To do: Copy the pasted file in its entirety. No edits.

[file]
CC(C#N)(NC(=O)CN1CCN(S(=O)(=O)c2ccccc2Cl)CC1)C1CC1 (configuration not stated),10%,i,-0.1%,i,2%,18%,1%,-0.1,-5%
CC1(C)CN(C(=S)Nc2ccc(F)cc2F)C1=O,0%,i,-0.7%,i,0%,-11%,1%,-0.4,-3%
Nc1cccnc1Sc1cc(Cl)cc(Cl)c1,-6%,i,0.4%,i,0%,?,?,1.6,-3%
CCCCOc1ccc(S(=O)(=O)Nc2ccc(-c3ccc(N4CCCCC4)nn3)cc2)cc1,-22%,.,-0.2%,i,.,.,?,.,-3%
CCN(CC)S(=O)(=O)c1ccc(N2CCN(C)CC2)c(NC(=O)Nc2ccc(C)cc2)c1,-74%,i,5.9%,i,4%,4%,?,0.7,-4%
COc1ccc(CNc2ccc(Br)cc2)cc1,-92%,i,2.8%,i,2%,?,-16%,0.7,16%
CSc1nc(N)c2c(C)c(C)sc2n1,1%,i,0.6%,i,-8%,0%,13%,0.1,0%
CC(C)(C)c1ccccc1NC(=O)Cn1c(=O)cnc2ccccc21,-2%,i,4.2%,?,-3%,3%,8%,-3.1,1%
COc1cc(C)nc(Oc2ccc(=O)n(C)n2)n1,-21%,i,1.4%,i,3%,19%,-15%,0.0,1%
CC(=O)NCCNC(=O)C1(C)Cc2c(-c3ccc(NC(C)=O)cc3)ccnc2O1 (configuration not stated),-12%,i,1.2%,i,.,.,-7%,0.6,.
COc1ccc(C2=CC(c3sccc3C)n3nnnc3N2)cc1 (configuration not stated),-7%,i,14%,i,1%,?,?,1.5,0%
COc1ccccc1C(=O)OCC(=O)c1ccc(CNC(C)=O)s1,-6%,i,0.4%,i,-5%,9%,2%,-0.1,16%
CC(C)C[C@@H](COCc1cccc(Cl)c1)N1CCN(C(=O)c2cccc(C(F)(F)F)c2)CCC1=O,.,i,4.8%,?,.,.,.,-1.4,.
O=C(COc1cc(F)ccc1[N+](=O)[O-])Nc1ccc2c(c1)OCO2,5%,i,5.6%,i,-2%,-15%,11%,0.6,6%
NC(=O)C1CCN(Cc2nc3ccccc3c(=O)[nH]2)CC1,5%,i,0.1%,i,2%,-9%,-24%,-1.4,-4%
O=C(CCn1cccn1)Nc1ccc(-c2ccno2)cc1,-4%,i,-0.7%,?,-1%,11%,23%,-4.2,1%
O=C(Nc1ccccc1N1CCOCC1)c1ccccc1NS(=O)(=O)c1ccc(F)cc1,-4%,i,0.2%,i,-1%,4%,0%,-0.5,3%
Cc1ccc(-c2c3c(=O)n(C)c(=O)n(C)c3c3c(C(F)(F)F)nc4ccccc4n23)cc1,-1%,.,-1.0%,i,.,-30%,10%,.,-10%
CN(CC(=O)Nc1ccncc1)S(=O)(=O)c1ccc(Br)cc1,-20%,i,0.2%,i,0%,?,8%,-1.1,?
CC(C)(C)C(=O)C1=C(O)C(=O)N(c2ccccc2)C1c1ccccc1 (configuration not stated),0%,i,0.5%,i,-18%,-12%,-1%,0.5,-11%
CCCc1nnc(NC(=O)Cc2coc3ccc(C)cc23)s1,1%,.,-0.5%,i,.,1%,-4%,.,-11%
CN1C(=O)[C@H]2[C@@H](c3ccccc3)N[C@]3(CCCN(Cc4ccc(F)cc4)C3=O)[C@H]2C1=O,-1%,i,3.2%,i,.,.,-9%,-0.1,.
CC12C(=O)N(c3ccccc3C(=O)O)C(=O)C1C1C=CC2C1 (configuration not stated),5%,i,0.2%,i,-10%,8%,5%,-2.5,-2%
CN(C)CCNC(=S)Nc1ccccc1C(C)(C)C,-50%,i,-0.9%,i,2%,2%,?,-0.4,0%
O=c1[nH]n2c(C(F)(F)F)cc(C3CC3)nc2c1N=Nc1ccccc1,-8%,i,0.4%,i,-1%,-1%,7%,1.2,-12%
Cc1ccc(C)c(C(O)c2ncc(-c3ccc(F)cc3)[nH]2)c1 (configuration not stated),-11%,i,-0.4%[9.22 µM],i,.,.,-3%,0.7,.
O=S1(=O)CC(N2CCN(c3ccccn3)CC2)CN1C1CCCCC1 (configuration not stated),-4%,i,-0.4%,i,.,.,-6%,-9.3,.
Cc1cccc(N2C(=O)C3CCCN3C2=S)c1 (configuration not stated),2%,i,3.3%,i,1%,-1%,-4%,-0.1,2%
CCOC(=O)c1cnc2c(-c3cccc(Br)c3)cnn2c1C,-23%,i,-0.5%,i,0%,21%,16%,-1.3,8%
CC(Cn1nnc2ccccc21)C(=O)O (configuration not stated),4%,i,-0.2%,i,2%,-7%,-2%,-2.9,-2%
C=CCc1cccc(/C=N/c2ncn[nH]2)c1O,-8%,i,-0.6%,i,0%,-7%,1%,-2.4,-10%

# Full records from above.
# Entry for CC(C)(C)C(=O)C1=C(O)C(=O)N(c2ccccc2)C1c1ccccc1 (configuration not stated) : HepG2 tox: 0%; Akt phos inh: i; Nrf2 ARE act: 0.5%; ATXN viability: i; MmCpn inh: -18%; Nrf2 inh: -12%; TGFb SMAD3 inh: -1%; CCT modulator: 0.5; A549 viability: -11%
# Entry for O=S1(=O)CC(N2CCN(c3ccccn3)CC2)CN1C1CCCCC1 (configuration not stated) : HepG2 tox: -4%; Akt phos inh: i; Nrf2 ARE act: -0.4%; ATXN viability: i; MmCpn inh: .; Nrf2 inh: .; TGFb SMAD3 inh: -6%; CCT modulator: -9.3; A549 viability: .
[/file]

CC(C#N)(NC(=O)CN1CCN(S(=O)(=O)c2ccccc2Cl)CC1)C1CC1 (configuration not stated),10%,i,-0.1%,i,2%,18%,1%,-0.1,-5%
CC1(C)CN(C(=S)Nc2ccc(F)cc2F)C1=O,0%,i,-0.7%,i,0%,-11%,1%,-0.4,-3%
Nc1cccnc1Sc1cc(Cl)cc(Cl)c1,-6%,i,0.4%,i,0%,?,?,1.6,-3%
CCCCOc1ccc(S(=O)(=O)Nc2ccc(-c3ccc(N4CCCCC4)nn3)cc2)cc1,-22%,.,-0.2%,i,.,.,?,.,-3%
CCN(CC)S(=O)(=O)c1ccc(N2CCN(C)CC2)c(NC(=O)Nc2ccc(C)cc2)c1,-74%,i,5.9%,i,4%,4%,?,0.7,-4%
COc1ccc(CNc2ccc(Br)cc2)cc1,-92%,i,2.8%,i,2%,?,-16%,0.7,16%
CSc1nc(N)c2c(C)c(C)sc2n1,1%,i,0.6%,i,-8%,0%,13%,0.1,0%
CC(C)(C)c1ccccc1NC(=O)Cn1c(=O)cnc2ccccc21,-2%,i,4.2%,?,-3%,3%,8%,-3.1,1%
COc1cc(C)nc(Oc2ccc(=O)n(C)n2)n1,-21%,i,1.4%,i,3%,19%,-15%,0.0,1%
CC(=O)NCCNC(=O)C1(C)Cc2c(-c3ccc(NC(C)=O)cc3)ccnc2O1 (configuration not stated),-12%,i,1.2%,i,.,.,-7%,0.6,.
COc1ccc(C2=CC(c3sccc3C)n3nnnc3N2)cc1 (configuration not stated),-7%,i,14%,i,1%,?,?,1.5,0%
COc1ccccc1C(=O)OCC(=O)c1ccc(CNC(C)=O)s1,-6%,i,0.4%,i,-5%,9%,2%,-0.1,16%
CC(C)C[C@@H](COCc1cccc(Cl)c1)N1CCN(C(=O)c2cccc(C(F)(F)F)c2)CCC1=O,.,i,4.8%,?,.,.,.,-1.4,.
O=C(COc1cc(F)ccc1[N+](=O)[O-])Nc1ccc2c(c1)OCO2,5%,i,5.6%,i,-2%,-15%,11%,0.6,6%
NC(=O)C1CCN(Cc2nc3ccccc3c(=O)[nH]2)CC1,5%,i,0.1%,i,2%,-9%,-24%,-1.4,-4%
O=C(CCn1cccn1)Nc1ccc(-c2ccno2)cc1,-4%,i,-0.7%,?,-1%,11%,23%,-4.2,1%
O=C(Nc1ccccc1N1CCOCC1)c1ccccc1NS(=O)(=O)c1ccc(F)cc1,-4%,i,0.2%,i,-1%,4%,0%,-0.5,3%
Cc1ccc(-c2c3c(=O)n(C)c(=O)n(C)c3c3c(C(F)(F)F)nc4ccccc4n23)cc1,-1%,.,-1.0%,i,.,-30%,10%,.,-10%
CN(CC(=O)Nc1ccncc1)S(=O)(=O)c1ccc(Br)cc1,-20%,i,0.2%,i,0%,?,8%,-1.1,?
CC(C)(C)C(=O)C1=C(O)C(=O)N(c2ccccc2)C1c1ccccc1 (configuration not stated),0%,i,0.5%,i,-18%,-12%,-1%,0.5,-11%
CCCc1nnc(NC(=O)Cc2coc3ccc(C)cc23)s1,1%,.,-0.5%,i,.,1%,-4%,.,-11%
CN1C(=O)[C@H]2[C@@H](c3ccccc3)N[C@]3(CCCN(Cc4ccc(F)cc4)C3=O)[C@H]2C1=O,-1%,i,3.2%,i,.,.,-9%,-0.1,.
CC12C(=O)N(c3ccccc3C(=O)O)C(=O)C1C1C=CC2C1 (configuration not stated),5%,i,0.2%,i,-10%,8%,5%,-2.5,-2%
CN(C)CCNC(=S)Nc1ccccc1C(C)(C)C,-50%,i,-0.9%,i,2%,2%,?,-0.4,0%
O=c1[nH]n2c(C(F)(F)F)cc(C3CC3)nc2c1N=Nc1ccccc1,-8%,i,0.4%,i,-1%,-1%,7%,1.2,-12%
Cc1ccc(C)c(C(O)c2ncc(-c3ccc(F)cc3)[nH]2)c1 (configuration not stated),-11%,i,-0.4%[9.22 µM],i,.,.,-3%,0.7,.
O=S1(=O)CC(N2CCN(c3ccccn3)CC2)CN1C1CCCCC1 (configuration not stated),-4%,i,-0.4%,i,.,.,-6%,-9.3,.
Cc1cccc(N2C(=O)C3CCCN3C2=S)c1 (configuration not stated),2%,i,3.3%,i,1%,-1%,-4%,-0.1,2%
CCOC(=O)c1cnc2c(-c3cccc(Br)c3)cnn2c1C,-23%,i,-0.5%,i,0%,21%,16%,-1.3,8%
CC(Cn1nnc2ccccc21)C(=O)O (configuration not stated),4%,i,-0.2%,i,2%,-7%,-2%,-2.9,-2%
C=CCc1cccc(/C=N/c2ncn[nH]2)c1O,-8%,i,-0.6%,i,0%,-7%,1%,-2.4,-10%

# Full records from above.
# Entry for CC(C)(C)C(=O)C1=C(O)C(=O)N(c2ccccc2)C1c1ccccc1 (configuration not stated) : HepG2 tox: 0%; Akt phos inh: i; Nrf2 ARE act: 0.5%; ATXN viability: i; MmCpn inh: -18%; Nrf2 inh: -12%; TGFb SMAD3 inh: -1%; CCT modulator: 0.5; A549 viability: -11%
# Entry for O=S1(=O)CC(N2CCN(c3ccccn3)CC2)CN1C1CCCCC1 (configuration not stated) : HepG2 tox: -4%; Akt phos inh: i; Nrf2 ARE act: -0.4%; ATXN viability: i; MmCpn inh: .; Nrf2 inh: .; TGFb SMAD3 inh: -6%; CCT modulator: -9.3; A549 viability: .